Volatile Organic Compound (VOC) Emissions and Control
From the Archive—In case you missed it...here's a look back at the November 2014 issue of EM, which included a discussion of how some entities are addressing volatile organic compound (VOC) emissions and control.
by Mingming Lu
It is well known that some volatile organic compounds (VOCs) contribute to ground-level ozone formation, which results in ozone exceedance in many metropolitan areas around the world, while others are classified as hazardous air pollutants (HAPs) and linked to adverse health effects both indoors and outdoors. This issue of EM focuses on VOC emissions and control, with four articles that discuss various emissions and control policies, as well as the current status of leak detection and repair (LDAR) compliance in the United States and China. A significant portion of VOC control lies in LDAR programs. Understanding LDAR applicability and the associated compliance requirements involves a combination of process experts, environmental experts, and sound legal advice.
The first article by Inaas Darrat provides an overview of the LDAR program in the United States. Its requirements expended from petroleum refineries to the chemical industry, the pharmaceutical industry, and potentially natural gas processing plants. The author identifies potential issues in the LDAR program in order to facilitate proper future implementation.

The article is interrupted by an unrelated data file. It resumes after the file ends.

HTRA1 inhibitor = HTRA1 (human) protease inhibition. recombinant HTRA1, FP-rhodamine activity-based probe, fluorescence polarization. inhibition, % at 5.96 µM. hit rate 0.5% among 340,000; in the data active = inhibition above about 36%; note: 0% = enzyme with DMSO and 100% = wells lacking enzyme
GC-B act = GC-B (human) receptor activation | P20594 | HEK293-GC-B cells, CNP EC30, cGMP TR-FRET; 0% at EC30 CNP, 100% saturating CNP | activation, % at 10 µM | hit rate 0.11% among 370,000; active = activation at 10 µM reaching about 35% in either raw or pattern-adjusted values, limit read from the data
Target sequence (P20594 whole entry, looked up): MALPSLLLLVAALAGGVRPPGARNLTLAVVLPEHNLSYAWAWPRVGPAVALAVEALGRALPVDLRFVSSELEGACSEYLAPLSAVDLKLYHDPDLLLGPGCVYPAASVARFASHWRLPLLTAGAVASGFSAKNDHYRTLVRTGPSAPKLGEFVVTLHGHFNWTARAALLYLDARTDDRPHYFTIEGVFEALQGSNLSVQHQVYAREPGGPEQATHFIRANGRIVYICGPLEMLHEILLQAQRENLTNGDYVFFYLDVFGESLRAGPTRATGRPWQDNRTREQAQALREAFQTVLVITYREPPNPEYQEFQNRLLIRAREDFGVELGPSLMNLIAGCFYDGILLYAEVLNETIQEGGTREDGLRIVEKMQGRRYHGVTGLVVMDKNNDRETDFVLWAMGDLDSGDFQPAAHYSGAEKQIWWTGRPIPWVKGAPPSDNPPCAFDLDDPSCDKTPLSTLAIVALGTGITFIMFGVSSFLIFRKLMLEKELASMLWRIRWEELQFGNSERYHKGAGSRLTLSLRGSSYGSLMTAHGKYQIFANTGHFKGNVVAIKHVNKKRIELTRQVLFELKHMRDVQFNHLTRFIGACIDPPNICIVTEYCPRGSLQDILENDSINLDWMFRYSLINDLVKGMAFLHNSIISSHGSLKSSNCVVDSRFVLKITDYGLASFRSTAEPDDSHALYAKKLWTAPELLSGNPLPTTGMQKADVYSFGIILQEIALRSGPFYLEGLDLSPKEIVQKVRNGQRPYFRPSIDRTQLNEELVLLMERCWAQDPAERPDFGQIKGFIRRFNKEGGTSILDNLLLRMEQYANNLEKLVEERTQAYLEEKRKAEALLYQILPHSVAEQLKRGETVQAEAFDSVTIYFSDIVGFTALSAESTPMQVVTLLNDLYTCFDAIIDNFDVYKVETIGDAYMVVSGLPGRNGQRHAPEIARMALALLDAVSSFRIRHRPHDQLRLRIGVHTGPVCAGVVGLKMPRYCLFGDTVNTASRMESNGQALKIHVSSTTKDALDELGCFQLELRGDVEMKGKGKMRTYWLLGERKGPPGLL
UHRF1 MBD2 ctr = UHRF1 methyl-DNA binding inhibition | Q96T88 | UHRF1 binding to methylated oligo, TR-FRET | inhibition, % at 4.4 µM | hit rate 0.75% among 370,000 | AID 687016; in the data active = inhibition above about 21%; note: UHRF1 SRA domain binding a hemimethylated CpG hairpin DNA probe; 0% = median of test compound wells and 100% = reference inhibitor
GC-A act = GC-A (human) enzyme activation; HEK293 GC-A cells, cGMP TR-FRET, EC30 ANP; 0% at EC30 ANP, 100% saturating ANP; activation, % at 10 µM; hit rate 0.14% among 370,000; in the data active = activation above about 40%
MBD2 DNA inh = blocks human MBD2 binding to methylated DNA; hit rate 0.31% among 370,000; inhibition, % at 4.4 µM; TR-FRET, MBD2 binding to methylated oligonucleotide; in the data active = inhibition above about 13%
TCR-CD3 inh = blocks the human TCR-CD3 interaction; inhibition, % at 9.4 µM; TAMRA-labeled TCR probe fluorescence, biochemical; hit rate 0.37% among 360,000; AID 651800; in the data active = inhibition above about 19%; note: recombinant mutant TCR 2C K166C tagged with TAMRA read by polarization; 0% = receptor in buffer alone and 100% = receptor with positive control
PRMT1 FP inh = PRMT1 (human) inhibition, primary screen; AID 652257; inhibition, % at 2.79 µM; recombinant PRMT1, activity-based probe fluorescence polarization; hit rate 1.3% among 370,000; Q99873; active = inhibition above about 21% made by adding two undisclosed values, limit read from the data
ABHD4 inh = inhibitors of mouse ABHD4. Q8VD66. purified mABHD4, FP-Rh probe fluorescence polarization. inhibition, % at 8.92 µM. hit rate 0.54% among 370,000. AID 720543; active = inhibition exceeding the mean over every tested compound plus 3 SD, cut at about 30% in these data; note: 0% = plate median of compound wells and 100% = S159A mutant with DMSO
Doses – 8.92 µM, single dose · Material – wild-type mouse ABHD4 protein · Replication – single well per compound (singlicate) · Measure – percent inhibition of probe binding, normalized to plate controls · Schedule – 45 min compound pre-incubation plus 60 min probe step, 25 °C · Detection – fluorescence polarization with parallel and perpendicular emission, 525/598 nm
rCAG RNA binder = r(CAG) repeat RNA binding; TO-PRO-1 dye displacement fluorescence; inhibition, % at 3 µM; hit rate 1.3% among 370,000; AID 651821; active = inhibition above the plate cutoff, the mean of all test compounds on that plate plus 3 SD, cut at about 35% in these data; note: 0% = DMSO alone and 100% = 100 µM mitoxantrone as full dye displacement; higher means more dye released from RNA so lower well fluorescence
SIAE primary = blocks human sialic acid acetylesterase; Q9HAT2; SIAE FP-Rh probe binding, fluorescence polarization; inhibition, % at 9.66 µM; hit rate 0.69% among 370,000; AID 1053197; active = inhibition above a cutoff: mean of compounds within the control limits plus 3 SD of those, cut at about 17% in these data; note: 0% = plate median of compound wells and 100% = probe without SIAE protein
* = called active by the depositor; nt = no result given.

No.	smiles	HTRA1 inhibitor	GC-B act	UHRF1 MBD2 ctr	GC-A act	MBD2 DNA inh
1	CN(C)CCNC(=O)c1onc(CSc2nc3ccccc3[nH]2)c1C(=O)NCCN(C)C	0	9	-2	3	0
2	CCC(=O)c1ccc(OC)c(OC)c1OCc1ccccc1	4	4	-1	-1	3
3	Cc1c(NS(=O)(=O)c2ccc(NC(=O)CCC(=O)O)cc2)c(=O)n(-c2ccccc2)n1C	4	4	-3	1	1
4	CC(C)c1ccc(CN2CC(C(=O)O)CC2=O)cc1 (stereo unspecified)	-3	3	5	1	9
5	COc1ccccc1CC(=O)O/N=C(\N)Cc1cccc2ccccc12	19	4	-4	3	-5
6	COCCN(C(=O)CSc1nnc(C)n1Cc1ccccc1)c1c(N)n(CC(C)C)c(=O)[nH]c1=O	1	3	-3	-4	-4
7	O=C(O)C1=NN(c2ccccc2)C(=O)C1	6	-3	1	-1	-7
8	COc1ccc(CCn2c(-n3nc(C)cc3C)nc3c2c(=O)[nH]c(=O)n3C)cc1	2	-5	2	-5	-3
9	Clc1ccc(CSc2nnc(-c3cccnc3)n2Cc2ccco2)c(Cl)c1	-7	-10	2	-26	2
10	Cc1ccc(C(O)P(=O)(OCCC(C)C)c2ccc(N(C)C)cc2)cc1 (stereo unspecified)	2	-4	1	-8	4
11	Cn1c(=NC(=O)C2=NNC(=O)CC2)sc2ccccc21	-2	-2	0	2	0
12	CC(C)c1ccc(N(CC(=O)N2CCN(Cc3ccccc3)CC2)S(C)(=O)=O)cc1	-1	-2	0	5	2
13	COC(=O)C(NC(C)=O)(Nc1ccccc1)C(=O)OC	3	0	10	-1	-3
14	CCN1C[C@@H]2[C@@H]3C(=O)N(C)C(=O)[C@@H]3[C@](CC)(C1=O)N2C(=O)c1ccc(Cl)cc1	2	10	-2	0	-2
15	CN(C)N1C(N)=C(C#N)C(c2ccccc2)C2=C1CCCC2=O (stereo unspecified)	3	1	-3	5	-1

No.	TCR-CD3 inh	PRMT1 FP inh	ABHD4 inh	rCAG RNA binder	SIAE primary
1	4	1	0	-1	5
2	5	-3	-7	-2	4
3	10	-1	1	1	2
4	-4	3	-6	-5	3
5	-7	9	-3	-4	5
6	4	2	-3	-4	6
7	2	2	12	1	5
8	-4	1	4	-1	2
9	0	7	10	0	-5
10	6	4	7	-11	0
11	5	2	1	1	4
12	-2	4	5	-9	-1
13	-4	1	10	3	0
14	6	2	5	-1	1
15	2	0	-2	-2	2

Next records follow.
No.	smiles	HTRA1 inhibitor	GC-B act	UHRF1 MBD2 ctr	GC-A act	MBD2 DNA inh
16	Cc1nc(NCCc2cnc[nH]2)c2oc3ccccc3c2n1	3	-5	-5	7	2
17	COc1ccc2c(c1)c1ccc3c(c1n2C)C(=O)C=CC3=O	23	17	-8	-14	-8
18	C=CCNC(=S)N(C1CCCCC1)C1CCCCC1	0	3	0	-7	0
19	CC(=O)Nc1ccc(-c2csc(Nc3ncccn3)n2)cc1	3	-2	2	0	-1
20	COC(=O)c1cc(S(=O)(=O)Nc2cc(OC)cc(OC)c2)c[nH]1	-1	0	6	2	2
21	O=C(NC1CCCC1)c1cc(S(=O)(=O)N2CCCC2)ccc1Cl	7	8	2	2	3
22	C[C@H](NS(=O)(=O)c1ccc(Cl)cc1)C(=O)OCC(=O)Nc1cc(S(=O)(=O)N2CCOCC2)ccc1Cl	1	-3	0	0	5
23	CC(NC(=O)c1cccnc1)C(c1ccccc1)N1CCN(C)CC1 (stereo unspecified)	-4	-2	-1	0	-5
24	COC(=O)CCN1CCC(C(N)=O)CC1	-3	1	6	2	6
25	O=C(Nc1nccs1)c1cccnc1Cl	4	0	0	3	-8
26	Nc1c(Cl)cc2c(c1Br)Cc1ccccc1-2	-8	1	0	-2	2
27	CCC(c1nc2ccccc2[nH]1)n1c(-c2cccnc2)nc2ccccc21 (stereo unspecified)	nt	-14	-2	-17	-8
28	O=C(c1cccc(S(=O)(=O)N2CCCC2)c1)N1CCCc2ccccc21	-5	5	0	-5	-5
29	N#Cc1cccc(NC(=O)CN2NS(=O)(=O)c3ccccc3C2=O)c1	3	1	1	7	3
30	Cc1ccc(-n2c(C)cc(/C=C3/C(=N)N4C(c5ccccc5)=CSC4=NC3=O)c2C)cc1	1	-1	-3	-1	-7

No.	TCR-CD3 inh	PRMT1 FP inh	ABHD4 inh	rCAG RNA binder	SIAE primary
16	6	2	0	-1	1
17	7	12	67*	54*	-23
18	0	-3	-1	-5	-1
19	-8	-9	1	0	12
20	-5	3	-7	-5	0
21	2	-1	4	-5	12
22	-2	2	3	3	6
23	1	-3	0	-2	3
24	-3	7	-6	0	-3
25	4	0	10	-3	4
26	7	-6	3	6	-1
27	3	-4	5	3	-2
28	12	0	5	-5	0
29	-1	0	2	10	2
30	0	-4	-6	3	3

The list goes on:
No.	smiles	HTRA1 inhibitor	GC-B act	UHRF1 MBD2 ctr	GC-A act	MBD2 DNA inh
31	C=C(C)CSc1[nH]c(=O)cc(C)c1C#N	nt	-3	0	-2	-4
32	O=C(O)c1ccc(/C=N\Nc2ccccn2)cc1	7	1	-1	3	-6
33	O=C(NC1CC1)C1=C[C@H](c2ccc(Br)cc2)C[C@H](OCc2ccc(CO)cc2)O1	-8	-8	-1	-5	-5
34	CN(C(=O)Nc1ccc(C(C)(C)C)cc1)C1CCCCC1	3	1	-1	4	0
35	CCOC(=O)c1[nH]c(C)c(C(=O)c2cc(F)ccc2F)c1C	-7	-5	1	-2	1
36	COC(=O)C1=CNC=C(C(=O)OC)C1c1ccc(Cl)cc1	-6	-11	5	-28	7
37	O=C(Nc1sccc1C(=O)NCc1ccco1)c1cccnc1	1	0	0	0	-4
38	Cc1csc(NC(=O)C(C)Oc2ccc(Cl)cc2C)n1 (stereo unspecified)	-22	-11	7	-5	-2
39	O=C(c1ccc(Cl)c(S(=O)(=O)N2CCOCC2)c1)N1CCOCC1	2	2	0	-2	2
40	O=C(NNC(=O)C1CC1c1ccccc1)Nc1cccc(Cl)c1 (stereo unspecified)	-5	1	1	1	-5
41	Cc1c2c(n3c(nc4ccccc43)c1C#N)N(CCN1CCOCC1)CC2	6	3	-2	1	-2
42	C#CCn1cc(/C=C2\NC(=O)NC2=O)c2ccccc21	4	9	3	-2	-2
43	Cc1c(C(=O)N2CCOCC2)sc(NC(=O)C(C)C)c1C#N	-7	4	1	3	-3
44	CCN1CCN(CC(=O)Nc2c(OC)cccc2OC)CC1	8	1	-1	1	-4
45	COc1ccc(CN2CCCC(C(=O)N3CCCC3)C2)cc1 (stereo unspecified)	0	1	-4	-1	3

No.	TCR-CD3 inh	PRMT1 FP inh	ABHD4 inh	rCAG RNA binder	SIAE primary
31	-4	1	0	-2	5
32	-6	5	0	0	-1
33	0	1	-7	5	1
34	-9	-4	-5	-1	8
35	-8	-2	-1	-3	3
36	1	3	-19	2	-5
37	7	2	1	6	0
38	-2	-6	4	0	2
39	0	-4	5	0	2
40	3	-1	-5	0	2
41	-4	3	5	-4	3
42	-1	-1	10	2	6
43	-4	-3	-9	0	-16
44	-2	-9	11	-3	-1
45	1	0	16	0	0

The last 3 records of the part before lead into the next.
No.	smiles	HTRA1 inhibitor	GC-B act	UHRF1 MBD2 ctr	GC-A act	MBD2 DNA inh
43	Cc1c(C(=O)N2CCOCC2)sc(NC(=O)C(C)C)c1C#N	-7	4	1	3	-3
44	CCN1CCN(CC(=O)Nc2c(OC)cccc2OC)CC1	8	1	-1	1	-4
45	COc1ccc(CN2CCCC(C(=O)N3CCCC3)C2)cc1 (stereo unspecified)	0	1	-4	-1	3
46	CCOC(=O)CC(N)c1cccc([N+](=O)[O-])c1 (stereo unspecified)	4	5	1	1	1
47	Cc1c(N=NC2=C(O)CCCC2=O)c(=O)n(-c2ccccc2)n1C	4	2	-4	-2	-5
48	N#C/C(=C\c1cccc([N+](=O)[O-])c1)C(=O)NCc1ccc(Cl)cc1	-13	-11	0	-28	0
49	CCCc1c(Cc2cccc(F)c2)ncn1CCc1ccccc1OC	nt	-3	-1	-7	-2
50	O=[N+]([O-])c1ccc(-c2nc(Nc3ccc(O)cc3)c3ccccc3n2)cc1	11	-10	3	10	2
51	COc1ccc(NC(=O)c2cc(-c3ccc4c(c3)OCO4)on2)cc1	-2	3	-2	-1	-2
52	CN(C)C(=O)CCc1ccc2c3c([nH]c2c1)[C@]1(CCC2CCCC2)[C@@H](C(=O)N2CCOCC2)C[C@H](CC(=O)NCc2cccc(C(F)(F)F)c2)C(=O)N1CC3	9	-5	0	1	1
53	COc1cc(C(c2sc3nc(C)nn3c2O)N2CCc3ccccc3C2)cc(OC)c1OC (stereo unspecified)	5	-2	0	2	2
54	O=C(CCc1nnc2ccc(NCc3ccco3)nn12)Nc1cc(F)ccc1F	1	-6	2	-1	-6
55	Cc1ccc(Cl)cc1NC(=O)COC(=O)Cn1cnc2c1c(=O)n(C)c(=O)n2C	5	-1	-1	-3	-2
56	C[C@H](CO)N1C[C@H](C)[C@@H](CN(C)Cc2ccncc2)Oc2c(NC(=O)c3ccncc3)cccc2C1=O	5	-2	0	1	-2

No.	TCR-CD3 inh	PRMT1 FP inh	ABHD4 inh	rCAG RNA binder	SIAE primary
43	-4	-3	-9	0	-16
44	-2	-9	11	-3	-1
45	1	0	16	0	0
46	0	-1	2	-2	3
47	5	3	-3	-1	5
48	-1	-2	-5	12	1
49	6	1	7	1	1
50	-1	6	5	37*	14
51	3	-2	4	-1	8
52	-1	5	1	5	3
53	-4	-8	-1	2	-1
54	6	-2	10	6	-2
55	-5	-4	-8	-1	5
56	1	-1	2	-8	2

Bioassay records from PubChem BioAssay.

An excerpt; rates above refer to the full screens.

In contrast to the relatively mature LDAR program in the United States, the LDAR program in China is new and upcoming. The regional haze and other air quality problems experienced in many major metropolitan areas in China have been frequently in the news since 2013. As a result, the Chinese people are very much aware of and deeply concerned with the worsening air quality and the Chinese government has started to invest heavily on air pollution control solutions.
In the second article by Peng Liang et al., the authors describe the newly formed VOC PollutionControl Workgroup in China. The workgroup comprises participants from the Chinese Ministry of Environmental Protection, various petroleum companies, and experts from overseas. The goal is to formulate VOC control and management strategies. It is expected that the petroleum industry in China will implement LDAR programs during China's Twelfth Five-Year Plan (2011–2015).
In the third article, Jian Li et al. present an overview of a pilot LDAR program initiated at a petrochemical industrial park in Jiangxi Province (an inland province in southern China). Fugitive VOC emissions are controlled using U.S. Environmental Protection Agency Method 21.
In the final article, Pamela Heckel describes another approach for VOC control: elimination at the source through pollution prevention and prevention through design. The author provides examples from various businesses that have switched products or practices to help lower their VOC emissions.